A seventy year old couple face the demolition of their house in spite of having planning permission
December 25th 2009, Christmas Day, brought no gifts, much less happiness to the Payne household. Rather the complete opposite. This English couple made up of Noel and Christine Payne (76 and 73 years old respectively) could not begin to imagine the turn their lives would take from that date.
Whilst in the surrounding houses the paper on presents was being unwrapped and copious family meals were being enjoyed, the Payne’s house, situated in the area of Los Guillenes (Albox) received a visit from the police who delivered the news. Their house was illegal and in a judicial process which was going to end with a demolition request.
The nightmare begins
“We bought the house in 2001. Before that we went to the Town Hall to ask about a construction permit and they told us yes, there would be no problem”, relates the couple almost in unison in the interior of their house that the Junta the Andalusia has asked the Consistory to demolish.
They not only have municipal planning permission. They also show the license of first occupation signed in 2003 by the then Mayor Francisco Granero “in conformity” with the Planning Laws of Andalusia (LOUA). Documents that became wastepaper after the modification of the LOUA, which changed the criteria for constructions on rustic land.
Nothing has prevented this event from ending in a court order that asks for the house to be reduced to rubble and with a request from the regional government to comply. The Town Hall has informed the Junta that after the most recent changes to the planning laws the house can be granted an AFO (asimilada fuera de ordenacion) to regularize its situation. Nothing has changed.
But the Junta says that they are not buyers in good faith. Something which powerfully draws your attention given that the couple have the necessary permissions and never hid anything. Other nearby houses, on the other hand, did not advertise their existence and today have been regularized. In that case, those who try to do things legally, are those who end up paying the price for the urban chaos of the last decade. It should be remembered that that recent legislative changes require compensation for these buyers in the case of demolition.
“We always want to be legal but if we had no planning permission we would not have a problem. We looked into everything, we checked the licences and permissions…..We were wrong to do so. It makes no sense” laments Christine.
In fact, neighbouring houses constructed without planning permission have not had legal proceedings given that the Ministry of the Environment did not know of their existence. The couple are accompanied by the President of the association of those affected, Abusos Urbanisticos Almanzora-No, Maura Hillen, and by its legal advisor, Gerardo Vazquez.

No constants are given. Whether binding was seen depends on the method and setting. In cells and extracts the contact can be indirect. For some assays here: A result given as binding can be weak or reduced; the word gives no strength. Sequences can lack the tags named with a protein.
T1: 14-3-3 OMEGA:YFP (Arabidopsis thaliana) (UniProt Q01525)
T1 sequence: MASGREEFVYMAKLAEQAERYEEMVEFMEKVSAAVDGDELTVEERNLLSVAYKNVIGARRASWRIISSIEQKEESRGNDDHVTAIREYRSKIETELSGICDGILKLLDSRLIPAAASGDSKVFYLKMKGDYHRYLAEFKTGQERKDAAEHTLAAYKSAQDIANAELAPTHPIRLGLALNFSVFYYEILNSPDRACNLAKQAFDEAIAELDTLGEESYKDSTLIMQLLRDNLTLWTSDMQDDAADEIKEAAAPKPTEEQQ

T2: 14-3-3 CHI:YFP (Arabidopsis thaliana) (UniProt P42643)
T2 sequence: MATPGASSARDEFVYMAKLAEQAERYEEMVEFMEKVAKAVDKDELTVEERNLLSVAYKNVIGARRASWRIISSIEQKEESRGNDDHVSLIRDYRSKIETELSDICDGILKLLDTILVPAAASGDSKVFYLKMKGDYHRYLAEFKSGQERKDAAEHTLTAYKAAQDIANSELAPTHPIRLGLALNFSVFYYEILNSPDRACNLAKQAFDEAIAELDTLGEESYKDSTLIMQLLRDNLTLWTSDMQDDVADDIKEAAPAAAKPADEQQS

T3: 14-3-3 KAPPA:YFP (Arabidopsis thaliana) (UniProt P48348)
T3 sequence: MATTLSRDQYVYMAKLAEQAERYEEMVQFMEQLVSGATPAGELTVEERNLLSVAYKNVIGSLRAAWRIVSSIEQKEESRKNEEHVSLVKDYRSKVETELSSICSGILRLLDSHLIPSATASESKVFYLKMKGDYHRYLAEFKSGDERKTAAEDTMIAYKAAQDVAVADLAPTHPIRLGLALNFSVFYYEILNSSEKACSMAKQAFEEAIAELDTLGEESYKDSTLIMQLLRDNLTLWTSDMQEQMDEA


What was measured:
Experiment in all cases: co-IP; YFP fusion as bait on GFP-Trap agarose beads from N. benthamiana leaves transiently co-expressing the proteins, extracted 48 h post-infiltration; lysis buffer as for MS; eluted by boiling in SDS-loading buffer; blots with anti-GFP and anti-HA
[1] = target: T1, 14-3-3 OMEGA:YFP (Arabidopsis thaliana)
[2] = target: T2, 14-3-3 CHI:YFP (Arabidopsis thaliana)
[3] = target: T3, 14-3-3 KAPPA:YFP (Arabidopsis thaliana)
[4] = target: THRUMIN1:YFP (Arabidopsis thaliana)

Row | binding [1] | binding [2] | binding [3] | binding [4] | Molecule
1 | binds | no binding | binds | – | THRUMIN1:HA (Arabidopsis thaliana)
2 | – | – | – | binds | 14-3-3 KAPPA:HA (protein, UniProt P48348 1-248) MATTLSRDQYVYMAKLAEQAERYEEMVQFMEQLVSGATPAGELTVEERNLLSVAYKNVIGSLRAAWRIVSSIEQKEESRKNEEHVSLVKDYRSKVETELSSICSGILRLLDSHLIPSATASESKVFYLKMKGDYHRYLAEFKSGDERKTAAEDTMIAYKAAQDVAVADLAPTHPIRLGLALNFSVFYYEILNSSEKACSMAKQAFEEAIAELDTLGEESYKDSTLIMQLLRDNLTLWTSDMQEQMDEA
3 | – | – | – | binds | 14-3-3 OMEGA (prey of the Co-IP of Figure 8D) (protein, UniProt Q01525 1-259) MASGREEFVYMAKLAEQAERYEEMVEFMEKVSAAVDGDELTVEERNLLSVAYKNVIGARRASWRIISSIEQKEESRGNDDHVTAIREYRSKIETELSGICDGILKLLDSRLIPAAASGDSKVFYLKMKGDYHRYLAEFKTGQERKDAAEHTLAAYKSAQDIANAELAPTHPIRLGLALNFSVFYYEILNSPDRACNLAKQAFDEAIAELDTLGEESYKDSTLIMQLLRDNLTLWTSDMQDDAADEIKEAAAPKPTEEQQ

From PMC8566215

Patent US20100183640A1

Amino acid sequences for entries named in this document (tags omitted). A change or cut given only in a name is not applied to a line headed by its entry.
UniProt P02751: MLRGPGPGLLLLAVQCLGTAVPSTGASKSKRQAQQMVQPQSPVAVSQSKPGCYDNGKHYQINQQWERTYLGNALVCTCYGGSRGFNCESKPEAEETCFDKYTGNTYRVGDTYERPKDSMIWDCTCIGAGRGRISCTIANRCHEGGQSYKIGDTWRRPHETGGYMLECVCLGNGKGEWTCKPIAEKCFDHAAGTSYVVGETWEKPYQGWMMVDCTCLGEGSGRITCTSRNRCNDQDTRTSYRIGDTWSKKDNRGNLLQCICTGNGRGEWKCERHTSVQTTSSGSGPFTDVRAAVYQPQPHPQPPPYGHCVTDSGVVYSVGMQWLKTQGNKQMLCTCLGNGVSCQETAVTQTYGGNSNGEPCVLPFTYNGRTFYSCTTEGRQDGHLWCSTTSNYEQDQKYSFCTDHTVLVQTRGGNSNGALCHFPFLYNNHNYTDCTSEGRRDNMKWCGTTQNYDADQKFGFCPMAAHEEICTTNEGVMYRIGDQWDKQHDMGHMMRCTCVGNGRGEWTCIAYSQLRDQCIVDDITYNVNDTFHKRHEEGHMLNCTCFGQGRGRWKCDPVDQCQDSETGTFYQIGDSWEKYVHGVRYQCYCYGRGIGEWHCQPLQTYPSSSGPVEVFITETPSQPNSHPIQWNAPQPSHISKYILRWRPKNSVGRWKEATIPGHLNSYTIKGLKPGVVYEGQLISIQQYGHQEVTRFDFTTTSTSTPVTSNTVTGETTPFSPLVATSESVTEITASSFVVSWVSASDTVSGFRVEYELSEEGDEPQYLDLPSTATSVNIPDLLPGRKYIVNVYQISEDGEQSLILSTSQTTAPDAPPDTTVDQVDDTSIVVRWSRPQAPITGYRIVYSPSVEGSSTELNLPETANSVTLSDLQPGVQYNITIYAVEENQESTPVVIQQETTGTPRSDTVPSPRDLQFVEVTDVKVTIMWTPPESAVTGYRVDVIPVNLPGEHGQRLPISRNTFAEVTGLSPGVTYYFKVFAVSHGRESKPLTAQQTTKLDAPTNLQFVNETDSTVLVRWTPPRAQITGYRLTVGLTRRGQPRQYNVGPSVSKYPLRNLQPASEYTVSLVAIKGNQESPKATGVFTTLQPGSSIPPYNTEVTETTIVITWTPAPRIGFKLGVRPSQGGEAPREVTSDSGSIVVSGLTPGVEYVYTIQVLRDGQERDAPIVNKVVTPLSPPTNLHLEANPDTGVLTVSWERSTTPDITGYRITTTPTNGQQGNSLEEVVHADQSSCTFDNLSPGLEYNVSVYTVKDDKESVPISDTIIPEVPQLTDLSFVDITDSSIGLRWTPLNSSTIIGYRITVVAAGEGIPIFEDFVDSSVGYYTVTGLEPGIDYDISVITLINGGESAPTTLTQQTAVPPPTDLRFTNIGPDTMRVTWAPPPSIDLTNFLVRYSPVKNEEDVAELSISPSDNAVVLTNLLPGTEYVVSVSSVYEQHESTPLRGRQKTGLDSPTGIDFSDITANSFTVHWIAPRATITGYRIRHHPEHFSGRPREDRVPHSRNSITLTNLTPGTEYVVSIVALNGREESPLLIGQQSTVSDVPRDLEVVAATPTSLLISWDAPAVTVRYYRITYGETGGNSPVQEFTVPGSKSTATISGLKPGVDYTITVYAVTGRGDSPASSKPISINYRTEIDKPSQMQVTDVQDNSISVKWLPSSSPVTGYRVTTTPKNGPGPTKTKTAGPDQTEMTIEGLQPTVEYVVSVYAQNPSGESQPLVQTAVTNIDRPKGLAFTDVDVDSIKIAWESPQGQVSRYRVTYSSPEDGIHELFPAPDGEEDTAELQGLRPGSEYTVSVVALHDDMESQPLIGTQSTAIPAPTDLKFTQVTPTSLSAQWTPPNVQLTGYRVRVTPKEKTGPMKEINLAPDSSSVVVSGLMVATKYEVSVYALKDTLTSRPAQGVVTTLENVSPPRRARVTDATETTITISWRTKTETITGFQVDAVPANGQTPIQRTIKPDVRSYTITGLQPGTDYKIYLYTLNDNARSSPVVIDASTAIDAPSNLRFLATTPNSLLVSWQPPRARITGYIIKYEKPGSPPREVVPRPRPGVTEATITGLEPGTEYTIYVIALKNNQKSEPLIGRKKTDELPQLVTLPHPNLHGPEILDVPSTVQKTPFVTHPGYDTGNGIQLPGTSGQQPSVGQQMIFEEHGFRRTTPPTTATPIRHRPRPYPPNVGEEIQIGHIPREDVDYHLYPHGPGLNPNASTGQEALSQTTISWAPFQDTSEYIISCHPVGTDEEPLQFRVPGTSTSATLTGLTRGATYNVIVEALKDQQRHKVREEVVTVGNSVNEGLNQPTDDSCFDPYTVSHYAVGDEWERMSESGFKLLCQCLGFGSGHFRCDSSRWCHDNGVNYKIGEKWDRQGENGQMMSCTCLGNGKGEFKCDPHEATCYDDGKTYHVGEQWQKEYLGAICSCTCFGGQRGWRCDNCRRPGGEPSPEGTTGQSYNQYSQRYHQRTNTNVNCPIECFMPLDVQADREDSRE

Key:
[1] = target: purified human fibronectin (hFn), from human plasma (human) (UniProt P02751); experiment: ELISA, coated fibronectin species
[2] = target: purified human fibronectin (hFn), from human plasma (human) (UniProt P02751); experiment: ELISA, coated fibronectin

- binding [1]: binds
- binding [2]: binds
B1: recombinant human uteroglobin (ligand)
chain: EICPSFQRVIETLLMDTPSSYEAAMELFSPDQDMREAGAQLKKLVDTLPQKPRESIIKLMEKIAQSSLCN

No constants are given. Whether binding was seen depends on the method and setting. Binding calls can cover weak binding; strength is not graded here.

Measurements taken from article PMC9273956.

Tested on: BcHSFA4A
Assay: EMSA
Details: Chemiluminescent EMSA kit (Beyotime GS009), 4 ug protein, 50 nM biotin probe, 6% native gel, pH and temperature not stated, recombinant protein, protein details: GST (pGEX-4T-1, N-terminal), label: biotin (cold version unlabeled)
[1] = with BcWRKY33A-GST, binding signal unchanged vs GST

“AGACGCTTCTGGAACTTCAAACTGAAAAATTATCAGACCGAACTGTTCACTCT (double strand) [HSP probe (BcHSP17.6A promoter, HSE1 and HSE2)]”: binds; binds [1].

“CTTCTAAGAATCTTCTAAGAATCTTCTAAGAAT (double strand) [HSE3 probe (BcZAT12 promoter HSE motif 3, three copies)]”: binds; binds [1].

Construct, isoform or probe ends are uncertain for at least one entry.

“I do not understand the Junta’s position. How is a demolition going to help? What sort of message will it send to the World? It will result in terrible human and economic damage for this area” according to the President of AUAN.
The lawyer recalls previous demolitions such as the ones which took place in Cantoria in 2014 to illustrate the uselessness of this type of decision with regard to the restoration of the environment. “They demolished these houses and the area has not been restored; the environment has not been restored”. The two seventy year old Britons respond in unison with a single word when asked how their life has been since 25th December 2009. “Terrible”, they respond immediately.
To the anguish of one day seeing their house converted into a pile of rubble, one can add the economic impossibility of returning to their home country. “If we had the money we would go back. From 2009 this problem is on our minds all the time. It has caused health problems such as high blood pressure” says Christine; Noel continues. “We wake up at four o’clock in the morning and start to think about it. We cannot sleep any more” “The family want us to return home”, confesses the wife, Christine, who is able to smile when she thinks of her great grandson.
In the case of an unexpected turn of events and the house was finally saved, they would like to sell it and return to England, although they confess that “we love living here and the people are wonderful” so perhaps “we would take our time selling it”, without discounting the possibility that they would stay in the same house where they currently are unable to sleep.
Same as the Priors
The paradox goes beyond the problems caused by following the legal channels. Noel and Christine belonged to AUAN before they even knew they had a problem their house. They actively participated in supporting the Priors whose house in Vera was demolished in 2008. A case similar to the Payne’s in that they also had planning permission.
“It is a very difficult situation. We know that people have died from stress in situations similar to our own. But we are not going to let it kill us” states Christine with conviction in her words. “We do not understand the Junta’s report. We have not caused damage to anyone”, she stresses.
However, “the town halls understand the damage”, says Vazquez speaking about the intention of the Town Hall to regularise the house. Society, for some years, has also understood the problem. Yet again, the laws and those who legislate seem to be going backwards.
Original story La Voz de Almeria